Output gains in the prolific Permian Basin will prop up flattening U.S. oil production and offset declines in other basins, according to Enverus forecasts.

While much of the Permian’s supply will be filled by volumes from the Midland and Delaware sub-basins, incremental gains through 2030 will likely come from horizontals drilled in fringier, more extensional parts of the Permian, experts said at the 2024 Enverus Evolve conference in Houston.

The U.S. fueled 9% of global oil production growth over the past 20 years, according to Enverus data.

But overall U.S. production growth will be roughly flat entering the 2030s as E&Ps wade through inventory degradation and operate more frugally with their cash.

Most U.S. E&Ps are in no hurry to pump cash into new drilling projects to grow production. Several of the largest U.S. producers are operating under “maintenance mode” programs, reinvesting just enough money to keep output flat while returning as much cash to shareholders are possible.

It’s a far cry from around a decade ago, when producers were being rewarded by investors and analysts for growing production at any cost—even if that meant regularly outspending cash flows.

As oily basins like the Bakken and the Eagle Ford Shale decline in production, the Permian Basin will be the main driver behind U.S. production plateauing—and not flat-out declining.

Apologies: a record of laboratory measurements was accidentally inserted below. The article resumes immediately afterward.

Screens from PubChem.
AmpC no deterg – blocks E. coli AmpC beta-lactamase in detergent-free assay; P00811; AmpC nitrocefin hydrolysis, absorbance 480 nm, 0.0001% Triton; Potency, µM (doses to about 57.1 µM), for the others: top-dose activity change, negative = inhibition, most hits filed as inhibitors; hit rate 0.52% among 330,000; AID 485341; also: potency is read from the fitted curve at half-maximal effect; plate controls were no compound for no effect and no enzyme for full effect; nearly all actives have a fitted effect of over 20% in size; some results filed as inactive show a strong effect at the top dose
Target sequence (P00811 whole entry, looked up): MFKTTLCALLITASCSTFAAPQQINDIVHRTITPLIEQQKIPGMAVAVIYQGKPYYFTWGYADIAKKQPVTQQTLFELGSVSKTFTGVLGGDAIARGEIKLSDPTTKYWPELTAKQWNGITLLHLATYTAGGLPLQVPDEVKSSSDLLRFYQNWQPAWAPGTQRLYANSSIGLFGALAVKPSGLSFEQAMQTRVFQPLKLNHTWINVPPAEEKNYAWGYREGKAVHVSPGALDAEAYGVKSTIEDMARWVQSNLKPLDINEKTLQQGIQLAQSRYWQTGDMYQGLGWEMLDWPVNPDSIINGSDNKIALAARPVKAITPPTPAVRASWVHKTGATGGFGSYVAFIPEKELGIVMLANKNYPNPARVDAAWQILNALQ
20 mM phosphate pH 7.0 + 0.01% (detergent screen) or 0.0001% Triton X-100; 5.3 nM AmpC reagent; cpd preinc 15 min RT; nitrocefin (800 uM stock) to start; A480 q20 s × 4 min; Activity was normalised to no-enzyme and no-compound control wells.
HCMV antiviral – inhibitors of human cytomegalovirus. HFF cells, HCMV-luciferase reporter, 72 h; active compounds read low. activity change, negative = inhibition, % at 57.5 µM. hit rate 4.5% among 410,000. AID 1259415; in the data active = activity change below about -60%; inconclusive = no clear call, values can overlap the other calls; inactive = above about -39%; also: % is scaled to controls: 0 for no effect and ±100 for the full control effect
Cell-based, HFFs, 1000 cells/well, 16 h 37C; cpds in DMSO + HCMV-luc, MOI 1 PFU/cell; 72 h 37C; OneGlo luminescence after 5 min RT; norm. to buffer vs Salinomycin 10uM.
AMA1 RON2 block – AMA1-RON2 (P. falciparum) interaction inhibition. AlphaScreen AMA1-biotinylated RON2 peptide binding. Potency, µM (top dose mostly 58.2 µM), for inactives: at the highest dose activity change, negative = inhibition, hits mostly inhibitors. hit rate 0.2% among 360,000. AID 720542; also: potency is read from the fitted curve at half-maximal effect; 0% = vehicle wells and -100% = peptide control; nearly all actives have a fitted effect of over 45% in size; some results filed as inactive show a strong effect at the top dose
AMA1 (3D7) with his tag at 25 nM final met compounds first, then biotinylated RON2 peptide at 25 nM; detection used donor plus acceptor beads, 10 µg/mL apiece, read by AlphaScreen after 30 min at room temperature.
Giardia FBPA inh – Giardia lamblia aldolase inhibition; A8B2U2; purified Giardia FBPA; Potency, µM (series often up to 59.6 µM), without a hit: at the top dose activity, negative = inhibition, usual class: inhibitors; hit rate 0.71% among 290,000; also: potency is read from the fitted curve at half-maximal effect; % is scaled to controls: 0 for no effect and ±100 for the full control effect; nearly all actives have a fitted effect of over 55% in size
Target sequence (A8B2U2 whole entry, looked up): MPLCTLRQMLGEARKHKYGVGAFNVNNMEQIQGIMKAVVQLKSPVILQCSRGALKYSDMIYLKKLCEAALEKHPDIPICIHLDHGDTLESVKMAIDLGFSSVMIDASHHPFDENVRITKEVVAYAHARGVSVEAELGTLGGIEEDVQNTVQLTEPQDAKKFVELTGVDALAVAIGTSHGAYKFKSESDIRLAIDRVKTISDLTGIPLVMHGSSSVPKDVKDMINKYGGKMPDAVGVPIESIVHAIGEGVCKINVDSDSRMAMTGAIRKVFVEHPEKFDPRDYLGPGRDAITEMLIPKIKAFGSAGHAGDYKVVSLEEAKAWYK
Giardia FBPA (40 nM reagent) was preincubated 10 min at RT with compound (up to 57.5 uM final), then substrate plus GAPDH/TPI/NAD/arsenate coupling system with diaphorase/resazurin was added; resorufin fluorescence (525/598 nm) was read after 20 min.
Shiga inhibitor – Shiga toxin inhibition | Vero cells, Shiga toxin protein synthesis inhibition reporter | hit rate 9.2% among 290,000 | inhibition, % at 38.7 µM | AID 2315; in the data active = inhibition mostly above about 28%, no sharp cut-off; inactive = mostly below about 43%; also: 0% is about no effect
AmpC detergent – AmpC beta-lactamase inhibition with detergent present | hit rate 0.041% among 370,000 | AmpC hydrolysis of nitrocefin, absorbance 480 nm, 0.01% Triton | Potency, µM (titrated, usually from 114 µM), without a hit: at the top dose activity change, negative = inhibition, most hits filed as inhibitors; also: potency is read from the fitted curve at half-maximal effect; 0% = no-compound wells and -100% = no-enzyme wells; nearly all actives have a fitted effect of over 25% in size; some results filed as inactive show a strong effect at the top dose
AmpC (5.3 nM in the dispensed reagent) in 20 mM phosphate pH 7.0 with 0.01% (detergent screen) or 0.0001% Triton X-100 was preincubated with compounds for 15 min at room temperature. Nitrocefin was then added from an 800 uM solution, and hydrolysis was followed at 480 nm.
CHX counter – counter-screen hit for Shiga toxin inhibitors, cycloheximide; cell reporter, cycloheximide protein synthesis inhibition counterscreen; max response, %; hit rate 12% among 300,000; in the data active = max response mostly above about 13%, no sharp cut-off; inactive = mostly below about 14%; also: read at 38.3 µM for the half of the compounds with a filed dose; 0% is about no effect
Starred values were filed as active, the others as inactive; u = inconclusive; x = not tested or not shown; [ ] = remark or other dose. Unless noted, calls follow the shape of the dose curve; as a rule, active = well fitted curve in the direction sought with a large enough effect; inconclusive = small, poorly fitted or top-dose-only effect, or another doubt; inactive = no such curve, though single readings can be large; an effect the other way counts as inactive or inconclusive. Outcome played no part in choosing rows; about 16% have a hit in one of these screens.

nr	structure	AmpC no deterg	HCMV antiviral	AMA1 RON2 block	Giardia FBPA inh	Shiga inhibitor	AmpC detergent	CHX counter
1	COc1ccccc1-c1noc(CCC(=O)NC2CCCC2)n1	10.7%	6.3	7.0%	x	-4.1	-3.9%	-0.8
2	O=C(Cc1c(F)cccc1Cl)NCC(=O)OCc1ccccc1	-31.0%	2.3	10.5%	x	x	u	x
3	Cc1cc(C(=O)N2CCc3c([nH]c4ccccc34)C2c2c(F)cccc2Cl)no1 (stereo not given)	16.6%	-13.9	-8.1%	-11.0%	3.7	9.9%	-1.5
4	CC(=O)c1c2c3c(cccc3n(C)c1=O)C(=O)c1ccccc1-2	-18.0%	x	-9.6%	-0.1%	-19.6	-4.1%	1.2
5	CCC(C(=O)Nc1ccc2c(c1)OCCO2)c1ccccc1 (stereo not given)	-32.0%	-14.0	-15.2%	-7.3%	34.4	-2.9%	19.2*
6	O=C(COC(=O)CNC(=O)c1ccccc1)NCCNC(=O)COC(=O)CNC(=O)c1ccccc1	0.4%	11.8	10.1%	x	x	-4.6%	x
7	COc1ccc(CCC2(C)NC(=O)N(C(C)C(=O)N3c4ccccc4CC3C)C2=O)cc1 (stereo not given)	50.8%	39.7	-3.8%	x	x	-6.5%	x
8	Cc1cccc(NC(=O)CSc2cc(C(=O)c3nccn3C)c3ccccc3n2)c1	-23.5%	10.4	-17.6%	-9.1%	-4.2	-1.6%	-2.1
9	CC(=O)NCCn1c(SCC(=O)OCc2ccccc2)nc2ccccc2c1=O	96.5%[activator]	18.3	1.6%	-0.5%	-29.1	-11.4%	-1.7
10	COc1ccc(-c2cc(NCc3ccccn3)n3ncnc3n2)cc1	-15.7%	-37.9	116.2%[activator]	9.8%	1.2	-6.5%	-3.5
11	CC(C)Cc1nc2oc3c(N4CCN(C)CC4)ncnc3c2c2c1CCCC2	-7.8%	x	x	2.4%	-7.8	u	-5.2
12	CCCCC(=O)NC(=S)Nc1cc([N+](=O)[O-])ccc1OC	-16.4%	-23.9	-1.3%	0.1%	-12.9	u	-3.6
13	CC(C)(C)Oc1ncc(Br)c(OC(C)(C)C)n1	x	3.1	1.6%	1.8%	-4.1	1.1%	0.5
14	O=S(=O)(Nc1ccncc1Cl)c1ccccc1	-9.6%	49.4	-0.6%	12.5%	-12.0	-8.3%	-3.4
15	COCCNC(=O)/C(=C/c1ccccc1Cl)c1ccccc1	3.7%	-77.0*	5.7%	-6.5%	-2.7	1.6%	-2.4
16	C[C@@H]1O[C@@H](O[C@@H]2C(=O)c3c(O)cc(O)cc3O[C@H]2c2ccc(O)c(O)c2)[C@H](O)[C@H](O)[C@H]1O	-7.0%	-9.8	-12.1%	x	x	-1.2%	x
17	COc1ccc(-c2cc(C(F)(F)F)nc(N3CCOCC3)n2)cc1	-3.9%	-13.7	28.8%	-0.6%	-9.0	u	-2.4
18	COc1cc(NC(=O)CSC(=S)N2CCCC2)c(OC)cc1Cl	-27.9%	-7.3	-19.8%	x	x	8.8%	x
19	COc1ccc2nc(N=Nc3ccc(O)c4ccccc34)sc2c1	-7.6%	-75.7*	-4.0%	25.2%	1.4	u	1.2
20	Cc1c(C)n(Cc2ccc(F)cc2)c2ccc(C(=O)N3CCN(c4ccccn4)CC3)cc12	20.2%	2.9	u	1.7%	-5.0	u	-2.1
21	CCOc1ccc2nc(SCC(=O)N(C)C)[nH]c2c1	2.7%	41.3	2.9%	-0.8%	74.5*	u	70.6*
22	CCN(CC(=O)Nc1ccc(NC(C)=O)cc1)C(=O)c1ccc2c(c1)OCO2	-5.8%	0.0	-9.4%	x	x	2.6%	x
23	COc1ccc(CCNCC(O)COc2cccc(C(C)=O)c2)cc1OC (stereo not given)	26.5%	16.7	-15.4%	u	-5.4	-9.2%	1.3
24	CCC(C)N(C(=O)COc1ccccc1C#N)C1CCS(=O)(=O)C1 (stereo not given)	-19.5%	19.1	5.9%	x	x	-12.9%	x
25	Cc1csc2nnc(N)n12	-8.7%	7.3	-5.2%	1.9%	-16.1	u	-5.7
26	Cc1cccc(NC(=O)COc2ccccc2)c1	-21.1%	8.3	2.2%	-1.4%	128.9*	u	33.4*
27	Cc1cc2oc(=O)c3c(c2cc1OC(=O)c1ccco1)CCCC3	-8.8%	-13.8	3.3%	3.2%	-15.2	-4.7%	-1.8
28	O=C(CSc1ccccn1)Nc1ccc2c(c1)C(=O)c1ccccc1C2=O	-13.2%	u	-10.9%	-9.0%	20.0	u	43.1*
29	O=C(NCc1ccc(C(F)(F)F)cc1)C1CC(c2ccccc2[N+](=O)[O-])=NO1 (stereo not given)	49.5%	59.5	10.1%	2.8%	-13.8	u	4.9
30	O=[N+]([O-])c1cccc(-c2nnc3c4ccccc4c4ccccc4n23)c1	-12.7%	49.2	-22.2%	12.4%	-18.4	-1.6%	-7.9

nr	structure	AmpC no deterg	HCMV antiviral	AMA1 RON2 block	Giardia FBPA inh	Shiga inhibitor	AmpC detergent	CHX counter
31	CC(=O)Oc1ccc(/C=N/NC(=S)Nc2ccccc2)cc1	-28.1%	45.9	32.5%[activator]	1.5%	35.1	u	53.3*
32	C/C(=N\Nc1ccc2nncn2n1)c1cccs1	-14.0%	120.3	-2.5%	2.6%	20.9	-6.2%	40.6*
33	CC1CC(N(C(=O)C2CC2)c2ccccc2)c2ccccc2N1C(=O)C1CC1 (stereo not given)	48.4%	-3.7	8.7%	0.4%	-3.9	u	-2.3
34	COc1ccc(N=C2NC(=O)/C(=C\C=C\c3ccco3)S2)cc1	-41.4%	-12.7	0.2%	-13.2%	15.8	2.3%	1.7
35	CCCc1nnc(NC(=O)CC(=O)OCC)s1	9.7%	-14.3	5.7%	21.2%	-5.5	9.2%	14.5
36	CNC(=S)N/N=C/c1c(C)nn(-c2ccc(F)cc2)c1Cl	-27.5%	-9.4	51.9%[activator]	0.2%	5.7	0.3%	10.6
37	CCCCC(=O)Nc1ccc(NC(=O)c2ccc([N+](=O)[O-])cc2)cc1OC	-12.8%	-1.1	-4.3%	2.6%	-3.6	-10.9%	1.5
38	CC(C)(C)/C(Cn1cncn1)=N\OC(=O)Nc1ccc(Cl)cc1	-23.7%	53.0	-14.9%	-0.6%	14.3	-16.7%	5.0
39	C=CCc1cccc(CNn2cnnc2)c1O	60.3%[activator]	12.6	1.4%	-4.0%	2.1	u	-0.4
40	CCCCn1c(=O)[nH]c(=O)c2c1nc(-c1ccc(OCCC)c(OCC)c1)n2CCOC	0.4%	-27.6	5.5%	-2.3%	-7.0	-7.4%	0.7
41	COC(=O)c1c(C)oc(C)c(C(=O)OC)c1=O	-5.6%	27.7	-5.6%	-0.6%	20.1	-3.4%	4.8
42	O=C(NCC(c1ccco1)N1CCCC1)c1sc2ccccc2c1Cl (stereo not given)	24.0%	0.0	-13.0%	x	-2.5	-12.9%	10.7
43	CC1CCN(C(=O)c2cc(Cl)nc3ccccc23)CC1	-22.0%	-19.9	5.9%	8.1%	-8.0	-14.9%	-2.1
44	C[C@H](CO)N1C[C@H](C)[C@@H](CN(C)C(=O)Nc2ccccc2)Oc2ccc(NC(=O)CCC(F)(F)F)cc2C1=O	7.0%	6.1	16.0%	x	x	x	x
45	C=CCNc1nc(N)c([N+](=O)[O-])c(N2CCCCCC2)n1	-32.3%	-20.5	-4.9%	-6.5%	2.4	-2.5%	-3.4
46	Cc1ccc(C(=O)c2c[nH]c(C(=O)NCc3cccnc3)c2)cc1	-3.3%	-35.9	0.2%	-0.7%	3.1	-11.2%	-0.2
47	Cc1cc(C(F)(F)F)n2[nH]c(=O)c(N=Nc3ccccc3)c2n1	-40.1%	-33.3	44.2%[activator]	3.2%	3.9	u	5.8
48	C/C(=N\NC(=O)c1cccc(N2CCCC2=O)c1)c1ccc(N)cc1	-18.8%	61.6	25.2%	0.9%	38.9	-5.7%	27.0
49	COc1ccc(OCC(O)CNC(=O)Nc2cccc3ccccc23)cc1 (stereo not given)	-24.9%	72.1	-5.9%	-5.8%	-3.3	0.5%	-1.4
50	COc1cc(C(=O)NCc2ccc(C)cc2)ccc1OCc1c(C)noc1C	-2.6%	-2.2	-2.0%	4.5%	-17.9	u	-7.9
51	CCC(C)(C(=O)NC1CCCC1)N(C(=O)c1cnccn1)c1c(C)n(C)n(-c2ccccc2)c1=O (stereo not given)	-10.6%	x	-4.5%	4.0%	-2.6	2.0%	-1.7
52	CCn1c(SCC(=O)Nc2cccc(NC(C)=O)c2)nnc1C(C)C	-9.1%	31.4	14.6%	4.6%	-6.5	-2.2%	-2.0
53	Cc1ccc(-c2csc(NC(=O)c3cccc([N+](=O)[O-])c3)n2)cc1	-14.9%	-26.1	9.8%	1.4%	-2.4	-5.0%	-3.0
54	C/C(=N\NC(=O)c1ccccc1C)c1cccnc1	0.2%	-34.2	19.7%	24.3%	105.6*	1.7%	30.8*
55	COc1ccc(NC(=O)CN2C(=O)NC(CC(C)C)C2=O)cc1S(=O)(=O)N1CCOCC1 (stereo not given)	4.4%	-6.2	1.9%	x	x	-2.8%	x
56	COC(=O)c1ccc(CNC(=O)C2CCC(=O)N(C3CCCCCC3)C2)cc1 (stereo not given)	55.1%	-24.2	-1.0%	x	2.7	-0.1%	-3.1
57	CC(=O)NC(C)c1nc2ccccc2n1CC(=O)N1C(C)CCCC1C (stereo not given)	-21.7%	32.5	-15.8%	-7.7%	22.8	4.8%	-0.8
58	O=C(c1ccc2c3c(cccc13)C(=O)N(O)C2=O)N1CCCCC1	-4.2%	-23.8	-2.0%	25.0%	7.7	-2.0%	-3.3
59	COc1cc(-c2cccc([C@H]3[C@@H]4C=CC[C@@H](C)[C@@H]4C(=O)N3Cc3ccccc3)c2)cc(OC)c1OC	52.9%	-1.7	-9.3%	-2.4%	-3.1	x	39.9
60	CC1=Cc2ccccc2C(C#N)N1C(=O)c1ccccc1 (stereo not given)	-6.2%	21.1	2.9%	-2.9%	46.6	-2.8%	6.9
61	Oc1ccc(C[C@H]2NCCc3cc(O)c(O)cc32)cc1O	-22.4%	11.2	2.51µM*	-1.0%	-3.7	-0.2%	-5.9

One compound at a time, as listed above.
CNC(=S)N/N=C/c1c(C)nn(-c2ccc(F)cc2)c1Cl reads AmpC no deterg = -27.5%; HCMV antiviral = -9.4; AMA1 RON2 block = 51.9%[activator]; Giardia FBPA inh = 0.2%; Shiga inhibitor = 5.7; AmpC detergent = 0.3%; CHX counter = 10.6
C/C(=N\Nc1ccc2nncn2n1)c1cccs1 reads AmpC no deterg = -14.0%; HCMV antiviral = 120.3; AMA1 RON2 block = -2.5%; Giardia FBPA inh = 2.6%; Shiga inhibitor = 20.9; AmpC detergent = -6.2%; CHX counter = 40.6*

With a healthy amount of remaining undrilled inventory, Enverus expects the Permian to contribute another 2 MMbbl/d of incremental supply by 2030.

Permian crude volumes grew by around 5 MMbbl/d during the past decade.

In addition to Permian growth, Enverus anticipates around 1.4 MMbbl/d of supply coming online from Brazil by 2030—which includes gains from the ultra-deepwater Búzios oil field.

Guyana, being developed by Exxon Mobil, Hess Corp. and CNOOC, is expected to add around 1 MMbbl/d by 2030.


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Geologically viable inventory

Much of the Permian’s future growth will stem from the basin’s “geologically viable” inventory—locations that fall outside of the economically viable and proven areas of the Permian but that still fall within geologically viable fairways.

Enverus has identified tens of thousands of geologically viable drilling locations in the Midland and Delaware basins.

However, the average breakeven for these less-proven locations is higher—between $70/bbl and $80/bbl—Enverus reported at the end of 2023.

The Middle Spraberry and the deeper Wolfcamp D plays are intervals that show geologic viability in the Midland.

The Avalon zones and Wolfcamp C interval hold the most upside in the Delaware Basin.

Data from the Texas Railroad Commission (RRC) show that a growing number of operators are searching for inventory depth by exploring the Permian’s less developed zones, including the deeper Wolfcamp D, Barnett Shale and other Wolfcamp intervals.

Operators are also pushing the edges of the Permian further into areas that historically haven’t seen much drilling activity—such as Dawson County in the northern Midland Basin.


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